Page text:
Saint John city staff is recommending city council approve a 2014 budget that would keep the current property tax rate.

And city manager Patrick Woods told council Tuesday that if not for an unexpected loss of tax revenue from two Irving-owned pulp mills, the city could have made a "serious effort" at reducing taxes.

The city learned Dec. 2 that J.D. Irving has successfully appealed the tax assessments for its Irving Paper Ltd.  and Irving Pulp and Paper Ltd. mills.

That resulted in the city getting approximately $1.4 million less in tax revenue than anticipated, said Woods.

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Saint John Mayor Mel Norton and council are considering a 2014 budget that would hold the line on taxes. (CBC)

"If we hadn't got such a hit from the two pulp mills, could we have reduced taxes?" asked Coun. Gerry Lowe.

"I certainly would have made a serious effort at it," replied Woods at Tuesday's special council session to debate the 2014 budget.

The proposed budget of almost $149 million is only mariginally higher than the current year. It would allow the city to hold the line on the current tax rate of  $1.785 per $100 of assessed value of a property.

Mayor Mel Norton said expected increases in labour costs compound the city's budget challenge.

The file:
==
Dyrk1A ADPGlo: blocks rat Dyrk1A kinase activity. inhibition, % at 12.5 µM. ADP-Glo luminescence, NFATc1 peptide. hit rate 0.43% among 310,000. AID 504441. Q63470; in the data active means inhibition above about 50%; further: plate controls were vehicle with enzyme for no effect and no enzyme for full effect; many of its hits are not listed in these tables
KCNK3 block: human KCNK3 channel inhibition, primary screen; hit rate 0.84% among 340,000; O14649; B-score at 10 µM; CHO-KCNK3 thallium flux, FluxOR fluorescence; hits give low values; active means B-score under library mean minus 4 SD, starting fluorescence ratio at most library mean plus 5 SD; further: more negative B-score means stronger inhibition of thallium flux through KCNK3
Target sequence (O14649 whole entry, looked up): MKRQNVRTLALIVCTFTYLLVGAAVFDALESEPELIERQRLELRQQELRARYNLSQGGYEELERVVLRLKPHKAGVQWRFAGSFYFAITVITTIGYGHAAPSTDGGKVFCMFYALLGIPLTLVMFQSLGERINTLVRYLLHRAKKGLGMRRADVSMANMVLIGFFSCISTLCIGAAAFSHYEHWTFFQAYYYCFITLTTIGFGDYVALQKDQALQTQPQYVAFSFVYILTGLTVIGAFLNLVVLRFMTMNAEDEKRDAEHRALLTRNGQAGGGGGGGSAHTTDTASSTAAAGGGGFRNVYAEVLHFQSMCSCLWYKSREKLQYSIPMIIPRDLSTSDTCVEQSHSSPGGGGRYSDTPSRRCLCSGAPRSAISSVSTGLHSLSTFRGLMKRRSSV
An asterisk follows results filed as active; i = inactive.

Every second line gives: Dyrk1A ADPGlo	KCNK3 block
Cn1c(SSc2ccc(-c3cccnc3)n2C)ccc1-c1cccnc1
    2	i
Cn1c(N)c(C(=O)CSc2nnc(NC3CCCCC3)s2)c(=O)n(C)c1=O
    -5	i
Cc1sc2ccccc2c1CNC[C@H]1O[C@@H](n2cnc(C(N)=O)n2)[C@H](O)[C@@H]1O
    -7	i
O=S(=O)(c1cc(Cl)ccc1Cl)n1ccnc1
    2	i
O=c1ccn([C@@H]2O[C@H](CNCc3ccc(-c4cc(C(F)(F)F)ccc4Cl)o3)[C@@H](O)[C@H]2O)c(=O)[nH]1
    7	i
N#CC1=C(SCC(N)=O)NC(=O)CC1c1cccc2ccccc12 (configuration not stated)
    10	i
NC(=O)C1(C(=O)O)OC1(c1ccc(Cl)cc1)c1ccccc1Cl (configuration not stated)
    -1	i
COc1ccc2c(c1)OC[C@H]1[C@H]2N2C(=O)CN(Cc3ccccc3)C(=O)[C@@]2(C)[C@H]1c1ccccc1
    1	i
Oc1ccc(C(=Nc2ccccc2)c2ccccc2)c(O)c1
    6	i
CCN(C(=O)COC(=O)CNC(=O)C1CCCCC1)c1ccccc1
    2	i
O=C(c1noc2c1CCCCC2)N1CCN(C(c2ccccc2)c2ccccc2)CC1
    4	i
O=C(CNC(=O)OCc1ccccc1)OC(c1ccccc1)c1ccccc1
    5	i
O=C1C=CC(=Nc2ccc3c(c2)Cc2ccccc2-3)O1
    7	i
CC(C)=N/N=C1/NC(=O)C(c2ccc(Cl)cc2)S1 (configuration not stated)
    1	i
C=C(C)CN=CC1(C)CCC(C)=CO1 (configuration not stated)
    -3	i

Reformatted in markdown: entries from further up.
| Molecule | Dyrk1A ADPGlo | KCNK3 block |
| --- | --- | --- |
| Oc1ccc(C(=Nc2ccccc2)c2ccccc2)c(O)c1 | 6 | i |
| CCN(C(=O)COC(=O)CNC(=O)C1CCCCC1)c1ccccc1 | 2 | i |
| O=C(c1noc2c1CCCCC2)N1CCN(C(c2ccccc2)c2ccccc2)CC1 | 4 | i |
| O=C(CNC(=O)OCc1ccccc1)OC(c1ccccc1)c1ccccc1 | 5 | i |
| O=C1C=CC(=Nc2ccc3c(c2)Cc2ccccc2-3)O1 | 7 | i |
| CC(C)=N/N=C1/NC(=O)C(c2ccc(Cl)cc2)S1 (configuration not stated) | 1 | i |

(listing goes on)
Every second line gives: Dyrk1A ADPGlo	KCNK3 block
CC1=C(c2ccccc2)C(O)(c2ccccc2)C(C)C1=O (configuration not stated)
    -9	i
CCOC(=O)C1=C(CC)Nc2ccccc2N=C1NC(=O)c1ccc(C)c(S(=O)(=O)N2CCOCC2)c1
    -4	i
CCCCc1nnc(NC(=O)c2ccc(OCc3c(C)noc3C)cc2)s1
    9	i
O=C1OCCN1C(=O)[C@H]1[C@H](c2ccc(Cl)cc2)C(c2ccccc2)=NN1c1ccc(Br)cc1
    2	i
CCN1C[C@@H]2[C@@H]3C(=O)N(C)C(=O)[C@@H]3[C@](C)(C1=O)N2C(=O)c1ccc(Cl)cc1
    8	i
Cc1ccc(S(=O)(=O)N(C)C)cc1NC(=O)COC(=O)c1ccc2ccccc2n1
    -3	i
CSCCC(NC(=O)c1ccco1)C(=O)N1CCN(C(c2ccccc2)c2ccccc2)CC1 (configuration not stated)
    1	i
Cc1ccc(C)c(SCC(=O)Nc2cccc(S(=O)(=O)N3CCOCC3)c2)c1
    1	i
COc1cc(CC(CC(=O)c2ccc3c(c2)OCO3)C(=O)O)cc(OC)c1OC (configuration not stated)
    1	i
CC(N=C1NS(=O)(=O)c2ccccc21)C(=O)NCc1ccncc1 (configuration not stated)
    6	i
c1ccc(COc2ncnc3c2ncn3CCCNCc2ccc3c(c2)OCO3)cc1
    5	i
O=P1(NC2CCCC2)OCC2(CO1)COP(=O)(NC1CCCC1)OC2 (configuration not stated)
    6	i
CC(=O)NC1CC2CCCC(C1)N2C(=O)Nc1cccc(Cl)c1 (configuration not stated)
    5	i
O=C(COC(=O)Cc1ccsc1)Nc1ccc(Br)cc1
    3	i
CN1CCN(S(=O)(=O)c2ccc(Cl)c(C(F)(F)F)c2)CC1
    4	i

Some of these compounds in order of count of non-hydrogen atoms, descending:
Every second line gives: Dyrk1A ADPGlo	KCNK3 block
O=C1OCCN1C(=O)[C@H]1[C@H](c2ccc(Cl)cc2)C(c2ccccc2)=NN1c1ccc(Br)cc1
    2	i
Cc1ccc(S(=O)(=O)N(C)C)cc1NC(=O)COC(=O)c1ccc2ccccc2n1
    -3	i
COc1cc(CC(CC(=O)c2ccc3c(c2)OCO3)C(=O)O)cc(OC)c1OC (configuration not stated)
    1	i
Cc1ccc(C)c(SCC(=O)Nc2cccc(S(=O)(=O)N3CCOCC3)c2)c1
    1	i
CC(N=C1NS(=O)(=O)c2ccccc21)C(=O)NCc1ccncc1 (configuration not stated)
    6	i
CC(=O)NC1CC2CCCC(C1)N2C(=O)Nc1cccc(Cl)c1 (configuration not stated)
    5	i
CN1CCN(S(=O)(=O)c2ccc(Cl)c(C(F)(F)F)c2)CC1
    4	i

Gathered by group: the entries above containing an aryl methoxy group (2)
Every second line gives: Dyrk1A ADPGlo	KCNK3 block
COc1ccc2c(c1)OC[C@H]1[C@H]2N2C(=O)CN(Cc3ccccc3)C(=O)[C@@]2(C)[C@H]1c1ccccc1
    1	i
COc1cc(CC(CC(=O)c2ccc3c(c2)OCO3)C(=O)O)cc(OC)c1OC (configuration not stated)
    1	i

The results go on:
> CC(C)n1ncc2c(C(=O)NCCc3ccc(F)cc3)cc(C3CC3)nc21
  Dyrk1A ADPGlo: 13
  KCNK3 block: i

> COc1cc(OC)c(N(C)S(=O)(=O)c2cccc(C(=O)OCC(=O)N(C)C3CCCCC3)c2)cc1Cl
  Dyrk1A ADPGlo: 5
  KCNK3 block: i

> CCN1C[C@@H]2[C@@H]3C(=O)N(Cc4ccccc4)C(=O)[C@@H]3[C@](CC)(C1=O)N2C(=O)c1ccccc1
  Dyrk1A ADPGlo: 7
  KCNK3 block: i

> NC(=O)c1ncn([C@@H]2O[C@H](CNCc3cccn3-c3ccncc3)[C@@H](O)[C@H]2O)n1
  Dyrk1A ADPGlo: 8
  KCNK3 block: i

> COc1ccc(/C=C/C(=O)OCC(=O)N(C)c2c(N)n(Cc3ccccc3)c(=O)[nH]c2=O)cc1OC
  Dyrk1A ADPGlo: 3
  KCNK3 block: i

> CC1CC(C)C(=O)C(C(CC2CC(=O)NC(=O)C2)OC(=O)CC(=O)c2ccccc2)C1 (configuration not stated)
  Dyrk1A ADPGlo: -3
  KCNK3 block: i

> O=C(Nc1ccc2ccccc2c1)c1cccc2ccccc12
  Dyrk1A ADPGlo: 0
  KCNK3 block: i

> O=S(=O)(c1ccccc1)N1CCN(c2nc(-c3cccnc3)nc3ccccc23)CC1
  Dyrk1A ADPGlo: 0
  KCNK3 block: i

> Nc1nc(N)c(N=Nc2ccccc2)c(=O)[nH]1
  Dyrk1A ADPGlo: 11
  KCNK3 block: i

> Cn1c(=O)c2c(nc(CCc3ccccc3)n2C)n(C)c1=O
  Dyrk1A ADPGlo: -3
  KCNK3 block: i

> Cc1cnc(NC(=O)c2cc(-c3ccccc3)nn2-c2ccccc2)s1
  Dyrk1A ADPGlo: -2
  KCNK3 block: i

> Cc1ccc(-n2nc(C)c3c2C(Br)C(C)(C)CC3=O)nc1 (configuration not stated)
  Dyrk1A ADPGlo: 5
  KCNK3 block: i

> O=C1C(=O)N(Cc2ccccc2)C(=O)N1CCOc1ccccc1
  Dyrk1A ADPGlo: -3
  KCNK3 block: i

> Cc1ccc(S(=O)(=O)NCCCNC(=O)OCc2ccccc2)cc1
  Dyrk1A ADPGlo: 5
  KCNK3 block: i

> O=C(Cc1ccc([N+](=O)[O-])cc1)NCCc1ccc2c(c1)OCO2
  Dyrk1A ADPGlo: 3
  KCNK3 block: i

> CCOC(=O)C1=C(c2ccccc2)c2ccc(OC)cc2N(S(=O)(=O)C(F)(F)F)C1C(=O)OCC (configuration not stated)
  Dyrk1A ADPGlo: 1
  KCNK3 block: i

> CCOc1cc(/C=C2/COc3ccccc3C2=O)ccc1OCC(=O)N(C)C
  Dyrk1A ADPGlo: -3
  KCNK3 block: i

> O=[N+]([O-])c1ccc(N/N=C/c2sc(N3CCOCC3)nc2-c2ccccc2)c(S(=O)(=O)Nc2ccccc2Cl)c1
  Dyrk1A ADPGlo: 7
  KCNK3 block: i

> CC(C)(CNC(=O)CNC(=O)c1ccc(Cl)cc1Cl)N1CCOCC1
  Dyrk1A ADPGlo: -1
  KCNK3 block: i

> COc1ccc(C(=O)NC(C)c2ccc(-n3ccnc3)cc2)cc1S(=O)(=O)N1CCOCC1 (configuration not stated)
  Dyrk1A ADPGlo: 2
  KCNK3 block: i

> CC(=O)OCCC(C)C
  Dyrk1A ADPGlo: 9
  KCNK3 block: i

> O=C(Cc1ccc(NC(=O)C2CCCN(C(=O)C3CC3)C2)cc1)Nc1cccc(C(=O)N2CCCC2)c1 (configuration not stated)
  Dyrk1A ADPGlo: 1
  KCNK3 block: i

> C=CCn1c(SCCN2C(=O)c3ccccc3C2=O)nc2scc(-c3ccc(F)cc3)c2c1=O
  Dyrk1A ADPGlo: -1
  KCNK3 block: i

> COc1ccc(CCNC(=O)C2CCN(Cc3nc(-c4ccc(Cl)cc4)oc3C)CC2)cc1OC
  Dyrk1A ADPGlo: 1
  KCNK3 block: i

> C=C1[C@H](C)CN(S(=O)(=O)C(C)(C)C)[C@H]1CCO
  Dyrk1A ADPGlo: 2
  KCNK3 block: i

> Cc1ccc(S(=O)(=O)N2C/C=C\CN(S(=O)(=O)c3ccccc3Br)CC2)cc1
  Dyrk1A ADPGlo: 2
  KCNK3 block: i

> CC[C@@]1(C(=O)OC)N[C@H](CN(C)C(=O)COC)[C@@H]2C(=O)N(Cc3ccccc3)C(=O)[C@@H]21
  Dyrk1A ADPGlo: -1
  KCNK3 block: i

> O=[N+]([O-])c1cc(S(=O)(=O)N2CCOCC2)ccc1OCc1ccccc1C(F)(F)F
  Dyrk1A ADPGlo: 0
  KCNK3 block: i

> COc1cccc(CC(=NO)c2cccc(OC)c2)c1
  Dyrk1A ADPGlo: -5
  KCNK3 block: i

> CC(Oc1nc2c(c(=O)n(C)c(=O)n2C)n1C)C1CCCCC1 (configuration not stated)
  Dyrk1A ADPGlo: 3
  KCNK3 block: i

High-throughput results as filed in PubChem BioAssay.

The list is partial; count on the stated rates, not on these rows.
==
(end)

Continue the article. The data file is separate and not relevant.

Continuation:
"Having increasing costs and not having increases in our assessment base, that makes it ultimately unsustainable," said Norton.

Wage increases for fire fighters and police officers put pressure on the budget.

Woods says when contract talks break down, the city is handcuffed by the arbitration process.

"In the protective services field, where the default provision is to go to an arbitrated wage settlement, in the rules for arbitration in New Brunswick, ability to pay is not a consideration," said Woods.

Saint John fire fighters won a 12 per cent pay increase through arbitration last year.

The city and its police department are currently in contract negotiations.

Woods is recommending that nearly $1-million be added to the police budget, with most of it meant to cover anticipated wage increases.

The proposed budget for road work is set to drop by $1.7 million.

Woods said the city will have to borrow the money to make up the difference.

"It's a temporary measure given the decline in the tax base," said Woods.

Councillors asked for more time to consider the proposed budget.

A final vote could take place on Monday.